Fuel cell use in the logistics industry

Toyota forklift truck, © Toyota

The good news is that fuel cells for materials handling equipment are no longer confined to a niche market. Entire warehouses in North America are currently being served by hydrogen-powered forklift trucks. This type of fuel cell application is also becoming increasingly popular in Asia and Europe, but their logistics industries will have some catching up to do.

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Fuel cell carsharing – fleet operators go electric

Hydrogen-powered ridesharing cars, © CleverShuttle

The main group of customers currently driving demand for electric as well as hydrogen vehicles isn’t consumers but fleet operators. One prominent example is BeeZero, a Linde subsidiary. In April 2016, it became the first carpooling service in Germany to add 50 Hyundai ix35 Fuel Cell vehicles to its task force in Munich.

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Mayors searching for fuel cell buses

Pau hydrogen bus station, © ITM Power

If there was one thing that the Diesel Summit made abundantly clear, it was the lack of zero-emission, or even low-emission, cars on the German market. The 28 mayors who met with interim chancellor Angela Merkel in Berlin, Nov. 28, 2017, were faced with a dilemma. They would like to purchase electric buses and promote electric cabs, but there aren’t any on the market, at least in Germany.

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NewBusFuel – economically sustainable hydrogen supply

Hydrogen refueling station with on-site electrolyzer, © WSW, Hydrogenics

Fuel cell buses have many advantages over their diesel counterparts, making them an attractive option for mass transit companies. A few examples are the complete absence of local emissions, the greater flexibility in choosing a primary energy carrier and, depending on the source of the hydrogen and the use of renewables, considerable potential for reducing carbon dioxide levels.

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Hydrogen as Option for Heavy-Duty Transport

Truck with logos adjusted, © Shutterstock, WaterstofNet

WaterstofNet, a non-profit organisation operating in Flanders and the Netherlands which develops sustainable hydrogen projects, has embarked on its H2-Share project. H2-Share stands for Hydrogen Solutions for Heavy-duty transport Aimed at Reduction of Emissions in North-West Europe. The project will run until March 2020 and its objective is to facilitate the development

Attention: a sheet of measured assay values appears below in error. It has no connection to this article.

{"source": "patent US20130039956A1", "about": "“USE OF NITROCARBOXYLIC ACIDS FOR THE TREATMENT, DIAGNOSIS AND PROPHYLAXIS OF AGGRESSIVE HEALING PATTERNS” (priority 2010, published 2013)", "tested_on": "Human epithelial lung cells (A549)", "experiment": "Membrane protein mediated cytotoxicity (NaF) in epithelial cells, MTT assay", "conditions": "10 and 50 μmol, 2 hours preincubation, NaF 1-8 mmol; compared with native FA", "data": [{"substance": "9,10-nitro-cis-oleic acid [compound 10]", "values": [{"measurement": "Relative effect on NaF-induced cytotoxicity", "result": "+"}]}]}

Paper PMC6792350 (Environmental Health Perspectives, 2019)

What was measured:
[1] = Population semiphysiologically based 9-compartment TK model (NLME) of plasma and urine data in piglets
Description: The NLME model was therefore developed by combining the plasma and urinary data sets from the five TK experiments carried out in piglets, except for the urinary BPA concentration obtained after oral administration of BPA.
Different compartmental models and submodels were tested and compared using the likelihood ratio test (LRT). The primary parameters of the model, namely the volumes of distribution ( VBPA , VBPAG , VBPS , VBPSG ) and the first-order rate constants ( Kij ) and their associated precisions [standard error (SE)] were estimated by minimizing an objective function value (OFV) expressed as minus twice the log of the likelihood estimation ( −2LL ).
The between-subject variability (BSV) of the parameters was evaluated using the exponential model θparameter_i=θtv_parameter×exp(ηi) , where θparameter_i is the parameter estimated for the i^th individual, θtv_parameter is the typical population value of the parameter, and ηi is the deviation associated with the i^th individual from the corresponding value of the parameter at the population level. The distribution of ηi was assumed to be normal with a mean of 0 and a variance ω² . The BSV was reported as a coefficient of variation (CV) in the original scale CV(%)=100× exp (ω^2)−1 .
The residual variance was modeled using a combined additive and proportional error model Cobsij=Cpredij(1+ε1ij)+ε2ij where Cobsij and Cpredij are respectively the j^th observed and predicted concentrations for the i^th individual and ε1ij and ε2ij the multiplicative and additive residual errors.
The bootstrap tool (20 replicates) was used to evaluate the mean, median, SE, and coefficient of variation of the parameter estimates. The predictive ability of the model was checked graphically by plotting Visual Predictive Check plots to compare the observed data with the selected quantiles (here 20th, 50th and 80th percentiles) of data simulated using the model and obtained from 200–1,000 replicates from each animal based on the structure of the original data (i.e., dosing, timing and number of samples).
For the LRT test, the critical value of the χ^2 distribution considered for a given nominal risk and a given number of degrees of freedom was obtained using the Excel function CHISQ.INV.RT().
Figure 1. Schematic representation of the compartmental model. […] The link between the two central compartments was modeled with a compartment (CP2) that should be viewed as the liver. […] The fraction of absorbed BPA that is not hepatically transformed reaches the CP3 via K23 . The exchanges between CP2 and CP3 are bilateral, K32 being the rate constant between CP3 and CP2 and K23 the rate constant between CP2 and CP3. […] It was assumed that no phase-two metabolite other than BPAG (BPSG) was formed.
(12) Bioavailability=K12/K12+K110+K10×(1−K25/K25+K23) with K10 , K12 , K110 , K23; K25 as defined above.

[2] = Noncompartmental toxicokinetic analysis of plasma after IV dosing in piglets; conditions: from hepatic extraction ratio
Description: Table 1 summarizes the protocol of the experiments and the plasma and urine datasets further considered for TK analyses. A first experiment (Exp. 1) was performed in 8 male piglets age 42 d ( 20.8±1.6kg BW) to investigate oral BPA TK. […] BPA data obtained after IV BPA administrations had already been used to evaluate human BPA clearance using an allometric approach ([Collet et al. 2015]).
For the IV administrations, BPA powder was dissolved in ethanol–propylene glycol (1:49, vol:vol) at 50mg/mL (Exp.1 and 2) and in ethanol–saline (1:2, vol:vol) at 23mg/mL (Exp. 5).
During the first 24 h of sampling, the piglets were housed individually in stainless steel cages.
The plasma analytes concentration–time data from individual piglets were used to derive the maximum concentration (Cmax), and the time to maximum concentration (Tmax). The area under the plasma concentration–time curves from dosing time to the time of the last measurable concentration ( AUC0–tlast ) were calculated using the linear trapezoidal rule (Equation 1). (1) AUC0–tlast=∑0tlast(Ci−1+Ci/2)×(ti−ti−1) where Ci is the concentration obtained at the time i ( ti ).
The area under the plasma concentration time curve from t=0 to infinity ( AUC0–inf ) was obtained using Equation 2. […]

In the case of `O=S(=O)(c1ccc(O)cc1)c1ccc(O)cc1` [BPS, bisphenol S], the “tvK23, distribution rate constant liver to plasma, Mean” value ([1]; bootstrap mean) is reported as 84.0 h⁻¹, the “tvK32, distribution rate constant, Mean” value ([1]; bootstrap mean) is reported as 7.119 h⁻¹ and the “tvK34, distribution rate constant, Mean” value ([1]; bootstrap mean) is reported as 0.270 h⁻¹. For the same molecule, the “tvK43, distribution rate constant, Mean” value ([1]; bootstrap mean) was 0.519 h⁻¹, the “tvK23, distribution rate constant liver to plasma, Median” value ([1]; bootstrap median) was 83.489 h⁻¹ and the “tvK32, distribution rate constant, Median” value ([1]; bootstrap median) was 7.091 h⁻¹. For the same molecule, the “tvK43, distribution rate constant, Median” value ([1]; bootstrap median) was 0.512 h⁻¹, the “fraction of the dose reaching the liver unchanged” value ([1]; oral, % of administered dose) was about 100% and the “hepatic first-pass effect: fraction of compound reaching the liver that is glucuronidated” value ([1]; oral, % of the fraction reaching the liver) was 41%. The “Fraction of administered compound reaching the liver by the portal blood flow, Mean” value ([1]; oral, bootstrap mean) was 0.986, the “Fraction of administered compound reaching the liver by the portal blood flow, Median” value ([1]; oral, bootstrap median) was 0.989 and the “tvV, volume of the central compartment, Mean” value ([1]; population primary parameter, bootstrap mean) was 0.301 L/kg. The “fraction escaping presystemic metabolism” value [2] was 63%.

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New optimism in the hydrogen and fuel cell industry

Signing of a purchase agreement in good spirits

There is a noticeable feeling of change in the air, and it is not mere hype this time. A current of hope runs through the hydrogen and fuel cell industry. No, there’s no euphoria, but also no longer the sense of discouragement, resignation sometimes, that frequently pervaded the community in past years. The general opinion coming out of the sector is that hard work is finally paying off.

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Fuel cell use in the land of the fjords

Passenger express ferry in Floroe, © Broedrene Aa

One of the most important pillars of Norway’s economy, the maritime sector, is closely tied to the petroleum and natural gas industry. Using highly specialized ships and underwater equipment, offshore oil platforms are constructed, equipped and maintained as well as assembled and anchored to the seabed along the coast of Norway.

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Areva becomes Framatome

FramatomeThe nuclear products division of the French Areva group has restructured its German subsidiary. On Nov. 1, 2017, it transferred all operations of Areva Germany, based in Erlangen, to New NP. After French energy supplier Électricité de France became the parent company’s major shareholder at the beginning of 2018, the name was changed to Framatome.

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Electrification has begun

Daimler wants to first electrify IC engines, thus creating a hybrid

“The biggest EVS yet,” Thomas Walter, part of the team that manages Messe Stuttgart, exclaimed when he opened the 30th Electric Vehicle Symposium on Oct. 9, 2017. At this point, he thought that he was dealing with 5,000 conference participants and trade show visitors, but the actual number was closer to 9,500. For these 3 days, the German city of Stuttgart could have been the world capital of electric transportation.

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Vying for visitors

electCompetition among trade show organizers in Germany is now ramping up in the energy storage as well as the electric transportation arena. More and more event providers want to establish hubs of emerging technologies and draw industry-wide interest to their locations. The most recent example of this type of effort is

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